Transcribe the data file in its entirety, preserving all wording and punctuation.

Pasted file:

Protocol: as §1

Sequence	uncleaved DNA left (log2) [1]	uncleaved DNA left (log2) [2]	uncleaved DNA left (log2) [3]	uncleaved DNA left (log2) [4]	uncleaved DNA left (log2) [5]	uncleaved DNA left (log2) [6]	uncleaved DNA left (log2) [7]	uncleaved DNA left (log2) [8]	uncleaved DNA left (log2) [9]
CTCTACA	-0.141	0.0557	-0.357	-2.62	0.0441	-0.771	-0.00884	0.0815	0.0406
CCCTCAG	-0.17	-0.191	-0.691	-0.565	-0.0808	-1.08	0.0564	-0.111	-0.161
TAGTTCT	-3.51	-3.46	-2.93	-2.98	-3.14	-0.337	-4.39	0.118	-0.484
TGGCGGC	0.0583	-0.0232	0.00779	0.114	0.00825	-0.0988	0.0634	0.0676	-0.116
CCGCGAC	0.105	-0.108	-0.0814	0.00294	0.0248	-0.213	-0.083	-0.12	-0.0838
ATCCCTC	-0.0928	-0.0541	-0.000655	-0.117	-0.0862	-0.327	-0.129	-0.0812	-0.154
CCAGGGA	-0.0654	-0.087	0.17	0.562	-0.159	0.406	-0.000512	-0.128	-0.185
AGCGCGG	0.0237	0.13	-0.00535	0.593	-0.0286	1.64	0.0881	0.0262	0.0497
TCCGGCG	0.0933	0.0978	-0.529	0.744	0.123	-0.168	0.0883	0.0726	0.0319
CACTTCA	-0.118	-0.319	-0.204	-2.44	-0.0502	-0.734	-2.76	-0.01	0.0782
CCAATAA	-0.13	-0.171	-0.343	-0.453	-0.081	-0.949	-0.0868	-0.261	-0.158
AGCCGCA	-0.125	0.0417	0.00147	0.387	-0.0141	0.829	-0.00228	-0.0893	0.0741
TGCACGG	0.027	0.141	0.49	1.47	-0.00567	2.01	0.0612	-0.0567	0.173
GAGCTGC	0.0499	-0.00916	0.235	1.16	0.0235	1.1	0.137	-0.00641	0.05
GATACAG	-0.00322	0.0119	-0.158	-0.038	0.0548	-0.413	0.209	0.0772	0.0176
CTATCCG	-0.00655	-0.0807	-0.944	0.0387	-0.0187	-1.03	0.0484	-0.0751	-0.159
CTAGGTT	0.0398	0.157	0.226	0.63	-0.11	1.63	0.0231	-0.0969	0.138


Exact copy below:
Protocol: as §1

Sequence	uncleaved DNA left (log2) [1]	uncleaved DNA left (log2) [2]	uncleaved DNA left (log2) [3]	uncleaved DNA left (log2) [4]	uncleaved DNA left (log2) [5]	uncleaved DNA left (log2) [6]	uncleaved DNA left (log2) [7]	uncleaved DNA left (log2) [8]	uncleaved DNA left (log2) [9]
CTCTACA	-0.141	0.0557	-0.357	-2.62	0.0441	-0.771	-0.00884	0.0815	0.0406
CCCTCAG	-0.17	-0.191	-0.691	-0.565	-0.0808	-1.08	0.0564	-0.111	-0.161
TAGTTCT	-3.51	-3.46	-2.93	-2.98	-3.14	-0.337	-4.39	0.118	-0.484
TGGCGGC	0.0583	-0.0232	0.00779	0.114	0.00825	-0.0988	0.0634	0.0676	-0.116
CCGCGAC	0.105	-0.108	-0.0814	0.00294	0.0248	-0.213	-0.083	-0.12	-0.0838
ATCCCTC	-0.0928	-0.0541	-0.000655	-0.117	-0.0862	-0.327	-0.129	-0.0812	-0.154
CCAGGGA	-0.0654	-0.087	0.17	0.562	-0.159	0.406	-0.000512	-0.128	-0.185
AGCGCGG	0.0237	0.13	-0.00535	0.593	-0.0286	1.64	0.0881	0.0262	0.0497
TCCGGCG	0.0933	0.0978	-0.529	0.744	0.123	-0.168	0.0883	0.0726	0.0319
CACTTCA	-0.118	-0.319	-0.204	-2.44	-0.0502	-0.734	-2.76	-0.01	0.0782
CCAATAA	-0.13	-0.171	-0.343	-0.453	-0.081	-0.949	-0.0868	-0.261	-0.158
AGCCGCA	-0.125	0.0417	0.00147	0.387	-0.0141	0.829	-0.00228	-0.0893	0.0741
TGCACGG	0.027	0.141	0.49	1.47	-0.00567	2.01	0.0612	-0.0567	0.173
GAGCTGC	0.0499	-0.00916	0.235	1.16	0.0235	1.1	0.137	-0.00641	0.05
GATACAG	-0.00322	0.0119	-0.158	-0.038	0.0548	-0.413	0.209	0.0772	0.0176
CTATCCG	-0.00655	-0.0807	-0.944	0.0387	-0.0187	-1.03	0.0484	-0.0751	-0.159
CTAGGTT	0.0398	0.157	0.226	0.63	-0.11	1.63	0.0231	-0.0969	0.138